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Legislative Assembly for the ACT: 2010 Week 09 Hansard (Tuesday, 24 August 2010) . . Page.. 3768 ..

Unfortunately, it is clear that the ideal world of perfect employers that Mr Seselja was referring to in his comments simply does not exist. It is simply not the case. We were told quite a number of stories of situations of individuals who were, frankly, ripped off by their employers, who were not given what they were entitled to for the work that they put in and who had various of their employment conditions ignored, overridden and run roughshod over. In an industry like the security industry, people are working odd hours, odd shifts, and they often operate on a solo basis and are not necessarily in a workplace where they have the opportunity to talk to their colleagues. People often learn these things informally in the workplace about what their rights are. In that context, in essence, what we are seeing here is an opportunity for free training and an opportunity to understand more clearly what an employee’s rights are.

That is important in the context of the evidence we see, particularly in this industry. I suspect that is the situation in some others, but today we are looking at security. I accept that that is a problem. I accept that this is, hopefully, a successful means to address some of these concerns. I think we need to accept that employees of the security industry will have the ability to say no if they do not wish to join the union. We do not believe this is a path to compulsory unionism. It may be that more people join, having been exposed to the positive benefits of the union, but I do not believe that is a bad thing.

I wanted to make those observations in light of my comments in the previous debate on this. It is consistent for us to take this approach. I think it is important that we take this opportunity to extend these protections to employees who, the evidence clearly shows, are not receiving the benefits that they are entitled to.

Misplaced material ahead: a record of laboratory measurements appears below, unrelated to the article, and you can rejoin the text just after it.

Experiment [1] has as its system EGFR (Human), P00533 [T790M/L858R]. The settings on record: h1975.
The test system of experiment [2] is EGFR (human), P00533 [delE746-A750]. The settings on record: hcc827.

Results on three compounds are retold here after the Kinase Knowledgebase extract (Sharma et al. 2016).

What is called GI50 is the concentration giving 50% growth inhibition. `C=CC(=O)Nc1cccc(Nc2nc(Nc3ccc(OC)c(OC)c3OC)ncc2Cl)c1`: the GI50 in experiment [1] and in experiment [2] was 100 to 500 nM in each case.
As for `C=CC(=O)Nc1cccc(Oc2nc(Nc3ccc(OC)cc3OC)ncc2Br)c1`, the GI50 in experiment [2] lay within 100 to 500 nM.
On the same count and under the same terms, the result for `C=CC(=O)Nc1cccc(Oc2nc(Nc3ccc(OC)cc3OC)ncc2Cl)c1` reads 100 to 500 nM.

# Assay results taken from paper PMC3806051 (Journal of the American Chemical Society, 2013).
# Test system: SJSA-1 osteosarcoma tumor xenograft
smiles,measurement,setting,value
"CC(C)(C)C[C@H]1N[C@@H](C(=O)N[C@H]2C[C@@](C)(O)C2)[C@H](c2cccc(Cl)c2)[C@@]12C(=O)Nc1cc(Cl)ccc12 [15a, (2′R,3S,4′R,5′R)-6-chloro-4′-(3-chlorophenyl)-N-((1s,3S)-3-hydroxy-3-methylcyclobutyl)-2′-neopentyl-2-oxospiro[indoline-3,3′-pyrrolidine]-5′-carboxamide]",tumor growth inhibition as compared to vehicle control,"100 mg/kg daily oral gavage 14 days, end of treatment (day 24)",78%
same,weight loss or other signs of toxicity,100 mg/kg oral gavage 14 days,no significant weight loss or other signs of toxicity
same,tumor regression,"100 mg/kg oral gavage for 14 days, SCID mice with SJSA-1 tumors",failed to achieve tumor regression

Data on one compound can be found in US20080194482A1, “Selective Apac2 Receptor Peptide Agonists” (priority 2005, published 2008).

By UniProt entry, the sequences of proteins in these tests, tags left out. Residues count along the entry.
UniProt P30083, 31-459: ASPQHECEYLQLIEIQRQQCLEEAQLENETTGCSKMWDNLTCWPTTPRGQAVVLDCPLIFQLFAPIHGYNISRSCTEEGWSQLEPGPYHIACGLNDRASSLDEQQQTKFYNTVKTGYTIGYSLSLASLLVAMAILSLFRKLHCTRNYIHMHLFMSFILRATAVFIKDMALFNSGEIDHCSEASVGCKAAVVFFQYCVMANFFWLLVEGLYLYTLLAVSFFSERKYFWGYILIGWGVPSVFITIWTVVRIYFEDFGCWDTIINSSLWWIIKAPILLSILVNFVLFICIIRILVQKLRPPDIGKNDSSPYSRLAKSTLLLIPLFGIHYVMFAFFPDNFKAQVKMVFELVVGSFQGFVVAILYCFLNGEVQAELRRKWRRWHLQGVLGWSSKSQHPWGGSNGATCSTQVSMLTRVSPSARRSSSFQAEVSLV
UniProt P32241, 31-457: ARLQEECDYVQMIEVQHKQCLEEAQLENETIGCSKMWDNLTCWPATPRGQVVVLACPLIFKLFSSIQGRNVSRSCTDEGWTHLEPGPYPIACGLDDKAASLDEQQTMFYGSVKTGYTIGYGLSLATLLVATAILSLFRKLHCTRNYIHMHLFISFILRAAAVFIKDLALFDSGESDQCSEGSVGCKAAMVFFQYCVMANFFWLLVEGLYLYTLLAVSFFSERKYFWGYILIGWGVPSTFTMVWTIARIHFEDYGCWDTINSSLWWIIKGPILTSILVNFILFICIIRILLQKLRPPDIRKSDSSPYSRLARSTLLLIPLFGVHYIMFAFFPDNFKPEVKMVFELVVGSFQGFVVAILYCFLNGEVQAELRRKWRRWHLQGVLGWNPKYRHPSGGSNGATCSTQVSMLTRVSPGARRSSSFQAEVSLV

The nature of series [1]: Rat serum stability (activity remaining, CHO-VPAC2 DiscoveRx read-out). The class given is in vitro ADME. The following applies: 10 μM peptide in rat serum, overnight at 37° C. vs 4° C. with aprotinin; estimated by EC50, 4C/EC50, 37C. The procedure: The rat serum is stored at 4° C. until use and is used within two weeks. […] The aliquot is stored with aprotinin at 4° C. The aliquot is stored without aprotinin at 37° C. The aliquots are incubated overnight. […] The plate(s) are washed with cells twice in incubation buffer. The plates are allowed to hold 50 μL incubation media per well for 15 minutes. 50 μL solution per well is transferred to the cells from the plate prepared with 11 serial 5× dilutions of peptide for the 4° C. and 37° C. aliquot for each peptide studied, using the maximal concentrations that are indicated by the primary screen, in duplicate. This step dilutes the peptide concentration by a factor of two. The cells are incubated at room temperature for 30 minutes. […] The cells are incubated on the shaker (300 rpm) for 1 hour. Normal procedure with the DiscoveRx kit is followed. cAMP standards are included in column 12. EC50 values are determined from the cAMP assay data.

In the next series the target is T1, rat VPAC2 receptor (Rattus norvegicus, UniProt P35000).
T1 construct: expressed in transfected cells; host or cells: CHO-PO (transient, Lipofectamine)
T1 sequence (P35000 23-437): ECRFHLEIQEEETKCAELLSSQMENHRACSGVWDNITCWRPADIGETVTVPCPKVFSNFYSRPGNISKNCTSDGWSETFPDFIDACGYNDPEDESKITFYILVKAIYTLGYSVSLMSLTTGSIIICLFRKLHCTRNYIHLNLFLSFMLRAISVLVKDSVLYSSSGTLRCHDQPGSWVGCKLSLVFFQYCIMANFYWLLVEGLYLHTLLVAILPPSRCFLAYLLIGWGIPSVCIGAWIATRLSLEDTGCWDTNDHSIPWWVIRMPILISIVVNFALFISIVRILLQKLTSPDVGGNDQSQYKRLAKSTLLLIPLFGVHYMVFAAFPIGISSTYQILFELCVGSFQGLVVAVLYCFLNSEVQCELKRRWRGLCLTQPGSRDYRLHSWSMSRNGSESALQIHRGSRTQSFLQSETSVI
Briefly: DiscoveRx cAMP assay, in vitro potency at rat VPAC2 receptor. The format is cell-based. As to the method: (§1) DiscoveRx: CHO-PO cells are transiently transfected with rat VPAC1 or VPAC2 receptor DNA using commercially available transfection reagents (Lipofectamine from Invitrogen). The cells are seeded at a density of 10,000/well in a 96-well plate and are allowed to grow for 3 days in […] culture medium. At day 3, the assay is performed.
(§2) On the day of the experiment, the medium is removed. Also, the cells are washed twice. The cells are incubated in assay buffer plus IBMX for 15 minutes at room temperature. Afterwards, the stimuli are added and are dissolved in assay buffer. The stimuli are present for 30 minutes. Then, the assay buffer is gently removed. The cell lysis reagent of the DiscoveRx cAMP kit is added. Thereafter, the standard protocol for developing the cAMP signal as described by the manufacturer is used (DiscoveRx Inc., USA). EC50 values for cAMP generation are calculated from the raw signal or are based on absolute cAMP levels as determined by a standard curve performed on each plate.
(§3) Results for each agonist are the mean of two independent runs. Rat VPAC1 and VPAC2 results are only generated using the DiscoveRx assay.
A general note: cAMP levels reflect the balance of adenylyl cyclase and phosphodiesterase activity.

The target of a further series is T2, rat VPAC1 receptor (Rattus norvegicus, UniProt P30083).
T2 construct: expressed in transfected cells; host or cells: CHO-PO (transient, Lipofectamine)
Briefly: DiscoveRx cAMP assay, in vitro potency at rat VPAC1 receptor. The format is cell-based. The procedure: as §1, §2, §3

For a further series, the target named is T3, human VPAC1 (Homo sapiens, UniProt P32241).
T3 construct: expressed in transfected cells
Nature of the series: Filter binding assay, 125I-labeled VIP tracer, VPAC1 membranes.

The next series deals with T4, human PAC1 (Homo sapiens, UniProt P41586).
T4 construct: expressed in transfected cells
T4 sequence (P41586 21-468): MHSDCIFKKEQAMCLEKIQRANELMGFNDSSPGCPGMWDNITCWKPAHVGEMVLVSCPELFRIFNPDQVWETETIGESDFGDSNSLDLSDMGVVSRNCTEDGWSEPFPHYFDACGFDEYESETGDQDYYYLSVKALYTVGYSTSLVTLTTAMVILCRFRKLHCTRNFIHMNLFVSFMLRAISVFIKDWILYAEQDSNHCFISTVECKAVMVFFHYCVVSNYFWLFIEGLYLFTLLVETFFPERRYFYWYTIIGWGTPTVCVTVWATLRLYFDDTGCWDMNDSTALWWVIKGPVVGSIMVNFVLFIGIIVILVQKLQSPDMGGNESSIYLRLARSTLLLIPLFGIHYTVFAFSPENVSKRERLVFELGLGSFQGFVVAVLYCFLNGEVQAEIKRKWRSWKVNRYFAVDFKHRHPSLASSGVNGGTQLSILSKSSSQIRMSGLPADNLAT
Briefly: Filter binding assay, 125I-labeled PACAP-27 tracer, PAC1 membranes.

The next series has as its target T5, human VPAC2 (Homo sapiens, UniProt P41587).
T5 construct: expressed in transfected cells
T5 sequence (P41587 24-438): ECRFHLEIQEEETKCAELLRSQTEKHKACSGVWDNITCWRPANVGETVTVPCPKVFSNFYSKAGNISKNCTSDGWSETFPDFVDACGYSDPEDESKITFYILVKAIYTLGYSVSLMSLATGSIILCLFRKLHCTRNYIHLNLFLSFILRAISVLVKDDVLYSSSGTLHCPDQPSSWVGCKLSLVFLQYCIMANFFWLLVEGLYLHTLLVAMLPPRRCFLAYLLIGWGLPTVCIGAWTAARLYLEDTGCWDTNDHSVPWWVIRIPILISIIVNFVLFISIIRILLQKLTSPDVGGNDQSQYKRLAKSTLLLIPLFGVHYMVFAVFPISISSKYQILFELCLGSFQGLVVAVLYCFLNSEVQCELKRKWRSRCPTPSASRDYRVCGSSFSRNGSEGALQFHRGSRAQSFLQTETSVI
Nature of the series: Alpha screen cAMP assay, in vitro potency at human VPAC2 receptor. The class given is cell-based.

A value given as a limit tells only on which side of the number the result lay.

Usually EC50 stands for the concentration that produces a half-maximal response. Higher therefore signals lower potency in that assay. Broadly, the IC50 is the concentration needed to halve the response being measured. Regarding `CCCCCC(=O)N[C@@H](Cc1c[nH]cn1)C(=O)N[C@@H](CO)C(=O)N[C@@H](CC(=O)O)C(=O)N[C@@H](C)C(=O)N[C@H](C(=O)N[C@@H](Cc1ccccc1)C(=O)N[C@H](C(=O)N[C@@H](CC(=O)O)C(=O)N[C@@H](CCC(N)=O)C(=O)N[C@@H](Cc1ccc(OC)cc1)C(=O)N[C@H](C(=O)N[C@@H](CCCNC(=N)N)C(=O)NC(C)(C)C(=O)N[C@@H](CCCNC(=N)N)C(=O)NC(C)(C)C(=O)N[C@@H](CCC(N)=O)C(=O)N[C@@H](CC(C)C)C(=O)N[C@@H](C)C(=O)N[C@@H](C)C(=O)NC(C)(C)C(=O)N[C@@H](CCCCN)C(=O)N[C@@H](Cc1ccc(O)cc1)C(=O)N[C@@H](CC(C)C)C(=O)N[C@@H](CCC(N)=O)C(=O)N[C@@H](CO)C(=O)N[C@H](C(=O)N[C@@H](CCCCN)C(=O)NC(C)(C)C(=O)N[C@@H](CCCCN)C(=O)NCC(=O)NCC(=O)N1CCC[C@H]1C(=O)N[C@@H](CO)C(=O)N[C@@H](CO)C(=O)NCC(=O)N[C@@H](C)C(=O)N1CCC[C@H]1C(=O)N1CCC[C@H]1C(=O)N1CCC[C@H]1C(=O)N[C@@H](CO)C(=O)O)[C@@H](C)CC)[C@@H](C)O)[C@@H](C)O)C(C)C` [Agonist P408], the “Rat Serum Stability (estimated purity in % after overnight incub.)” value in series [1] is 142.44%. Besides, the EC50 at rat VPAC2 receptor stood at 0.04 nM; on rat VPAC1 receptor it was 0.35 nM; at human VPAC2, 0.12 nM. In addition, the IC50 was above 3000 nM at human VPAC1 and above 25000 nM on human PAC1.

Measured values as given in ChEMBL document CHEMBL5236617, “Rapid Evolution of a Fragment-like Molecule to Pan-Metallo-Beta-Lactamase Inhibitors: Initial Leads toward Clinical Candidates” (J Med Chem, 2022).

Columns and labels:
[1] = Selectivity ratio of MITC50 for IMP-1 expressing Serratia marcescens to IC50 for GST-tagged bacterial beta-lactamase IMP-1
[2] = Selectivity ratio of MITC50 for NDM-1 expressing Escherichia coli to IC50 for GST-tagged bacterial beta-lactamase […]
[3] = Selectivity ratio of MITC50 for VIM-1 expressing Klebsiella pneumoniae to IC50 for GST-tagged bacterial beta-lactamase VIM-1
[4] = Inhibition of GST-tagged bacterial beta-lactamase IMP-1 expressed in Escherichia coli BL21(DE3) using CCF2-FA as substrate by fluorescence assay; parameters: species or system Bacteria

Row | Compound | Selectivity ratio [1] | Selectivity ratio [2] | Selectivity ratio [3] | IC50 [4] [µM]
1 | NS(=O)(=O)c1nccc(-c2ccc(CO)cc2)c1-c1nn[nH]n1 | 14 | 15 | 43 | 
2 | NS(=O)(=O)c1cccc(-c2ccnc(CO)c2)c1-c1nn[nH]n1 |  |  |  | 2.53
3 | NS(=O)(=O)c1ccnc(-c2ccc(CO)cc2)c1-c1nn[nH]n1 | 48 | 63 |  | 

MR CORBELL (Molonglo—Attorney-General, Minister for the Environment, Climate Change and Water, Minister for Energy and Minister for Police and Emergency Services) (10.58), in reply: I thank those members who have indicated their support for this bill. This bill is all about education. It is all about knowledge and it is all about empowering workers to understand their rights at work. What is so objectionable about that that the Liberal Party want to oppose this bill? At the end of the day, that is what this bill does—it gives workers knowledge; it gives workers information. Information is, of course, power. It allows you to stand up for your rights. It allows you to know what you are entitled to receive, how you are entitled to be treated and how you are entitled to engage with your employer at work. That is why this legislation is important.

The bill amends the Security Industry Act to enable access to important workplace information for all workers in the security industry. Why is it needed in the security industry, Madam Deputy Speaker? It is needed in the security industry because, in practice, security industry employees have a very limited opportunity to access information which enables them to work more efficiently and safely.

Most security industry employees only have the opportunity for short, quick breaks, during which they have just enough time to have a meal and go to the toilet. This, combined with the fact that most workers work in isolation in disparate locations and often at hours when most of us are tucked up safely at home in bed, means that security industry employees are not always able to access information from those who would otherwise be able to provide it.

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